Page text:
On “I Remember You,” Harris channels Nat (a subject of an earlier Harris tribute project) in a beautifully touching rendition with brilliant piano support throughout, as well as a solo that glides in the territory where Red Garland and Erroll Garner meet. “Ruby” – from the Ruby Gentry film score, and a major hit for Ray Charles – is satin-smooth balladry over an old-school swing-jazz groove, complete with Bryant’s Freddie Green-like guitar strumming. For the iconic “Moody’s Mood For Love,” Harris takes the concept of making an often-performed song one’s own to an entirely new level, offering a totally fresh interpretation – in rhythm, phrasing and lyrical structure – to the Eddie Jefferson classic. The Stan Getz/João Gilberto hit “Doralice” is a deliciously infectious samba, sung by Harris in Portuguese, and featuring a fine acoustic solo by Bryant.
The three popular song re-imaginations include a somewhat up-tempo blues shuffle take on Hendrix’ “Up From The Skies,” with Harris in a neatly syncopated groove over LeBoeuf’s funky B3. Pascal’s Hammond organ sets a bright tone for a bouncy swing version of Spiral Staircase’s mega-hit “More Today Than Yesterday” and Steely Dan’s “Any Major Dude Will Tell You” gets a transformation (and relocation) from Americana to Harlem, shifting smoothly between brisk syncopation and atmospheric rubato.
The four Harris originals aptly demonstrate that he is as skilled a composer as a vocalist – and his lyrics are moving, heartfelt and poetic. The album opener “Mother’s Love (Nobody’s Gonna Love You)” begins on a poignant, emotive and dramatic note before morphing into a vibrantly swinging excursion. Its bookend closer “Secret Moments” is a lovely, gentle and lushly evocative ballad, while “Swing” is a powerfully syncopated and punchy romp. Provocative, confrontational and rousing best describes “Blue Was Angry (from the Cross That River song-cycle). Hard-edged, fiery and with a message of barely-controlled ferocity, it flies over a rip-roaring rhythm section and Harris’ raw electric guitar. It may be unexpected by Harris’ large fan base, but it’s deeply emotional and on point.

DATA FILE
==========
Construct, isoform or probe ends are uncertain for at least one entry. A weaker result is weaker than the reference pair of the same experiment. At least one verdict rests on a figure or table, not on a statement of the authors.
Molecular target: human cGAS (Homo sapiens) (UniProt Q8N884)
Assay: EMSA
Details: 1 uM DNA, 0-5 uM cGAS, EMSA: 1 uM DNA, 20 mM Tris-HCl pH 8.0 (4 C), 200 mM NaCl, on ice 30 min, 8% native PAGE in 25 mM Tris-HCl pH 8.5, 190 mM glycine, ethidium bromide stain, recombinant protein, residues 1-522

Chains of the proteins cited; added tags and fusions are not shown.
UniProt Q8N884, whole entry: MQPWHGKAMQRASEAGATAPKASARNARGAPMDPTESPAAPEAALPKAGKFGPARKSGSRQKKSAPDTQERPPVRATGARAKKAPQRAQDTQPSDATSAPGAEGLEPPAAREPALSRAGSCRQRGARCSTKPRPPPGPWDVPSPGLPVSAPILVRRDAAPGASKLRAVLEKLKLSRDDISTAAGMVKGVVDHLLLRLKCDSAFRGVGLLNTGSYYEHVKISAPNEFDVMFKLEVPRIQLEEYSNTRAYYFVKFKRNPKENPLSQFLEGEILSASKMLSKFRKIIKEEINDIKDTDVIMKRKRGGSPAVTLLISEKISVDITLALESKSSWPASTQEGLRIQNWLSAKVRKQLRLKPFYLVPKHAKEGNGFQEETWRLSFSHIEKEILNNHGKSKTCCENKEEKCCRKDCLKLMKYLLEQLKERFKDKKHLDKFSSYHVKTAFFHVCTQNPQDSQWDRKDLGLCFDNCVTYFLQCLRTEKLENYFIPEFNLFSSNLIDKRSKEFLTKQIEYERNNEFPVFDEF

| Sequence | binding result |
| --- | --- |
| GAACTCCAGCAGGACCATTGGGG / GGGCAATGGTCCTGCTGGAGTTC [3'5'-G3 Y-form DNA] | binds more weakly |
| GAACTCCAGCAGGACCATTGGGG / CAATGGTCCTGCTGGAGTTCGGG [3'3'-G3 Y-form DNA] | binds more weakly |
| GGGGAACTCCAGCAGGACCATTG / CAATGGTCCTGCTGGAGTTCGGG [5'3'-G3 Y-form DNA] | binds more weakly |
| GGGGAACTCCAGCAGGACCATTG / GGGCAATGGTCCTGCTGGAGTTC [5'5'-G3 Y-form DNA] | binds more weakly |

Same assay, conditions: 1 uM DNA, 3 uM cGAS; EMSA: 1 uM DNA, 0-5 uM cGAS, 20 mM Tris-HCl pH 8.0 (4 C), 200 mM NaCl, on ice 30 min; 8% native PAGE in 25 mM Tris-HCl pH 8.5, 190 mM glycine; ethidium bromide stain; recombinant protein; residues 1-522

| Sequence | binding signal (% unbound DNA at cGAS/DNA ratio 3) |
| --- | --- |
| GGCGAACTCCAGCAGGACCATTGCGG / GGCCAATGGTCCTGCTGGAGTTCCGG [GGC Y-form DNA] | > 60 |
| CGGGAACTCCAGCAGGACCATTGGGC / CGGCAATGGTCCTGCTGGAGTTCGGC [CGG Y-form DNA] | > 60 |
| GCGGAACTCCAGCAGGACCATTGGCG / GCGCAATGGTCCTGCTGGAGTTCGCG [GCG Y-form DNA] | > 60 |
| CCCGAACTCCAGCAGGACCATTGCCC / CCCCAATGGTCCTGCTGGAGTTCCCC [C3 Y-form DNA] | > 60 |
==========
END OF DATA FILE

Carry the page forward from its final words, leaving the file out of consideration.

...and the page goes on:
Over the past 20 years, Harris has steadily developed his reputation as one of the finest vocalists of his era. Brooklyn-born and Harlem-based, he has forged his sterling credentials through his ten previous albums, covering a broad range of contexts, all netted together within the rich territory of the jazz tradition. In addition to his recordings, he has performed on a worldwide stage that has taken him to prestigious international festivals and halls in Europe, the Middle East and Asia, as well as the 2012 Olympics in London. At home, he has toured nationally at festivals and top venues, including New York’s Lincoln Center and D.C.’s Kennedy Center. He has received numerous awards, including the New York Nightlife Award for “Outstanding Jazz Vocalist” (which he won three times), the Backstage Bistro Award for “Ongoing Achievement in Jazz,” the Harlem Speaks “Jazz Museum of Harlem Award,” and the DownBeat Critic’s Poll Award for “Rising Star Vocalist.”
Nobody’s Gonna Love You Better (Black Bar Jukebox Redux) will continue to build his legacy as another milestone in the extraordinary artistic aesthetic of Allan Harris.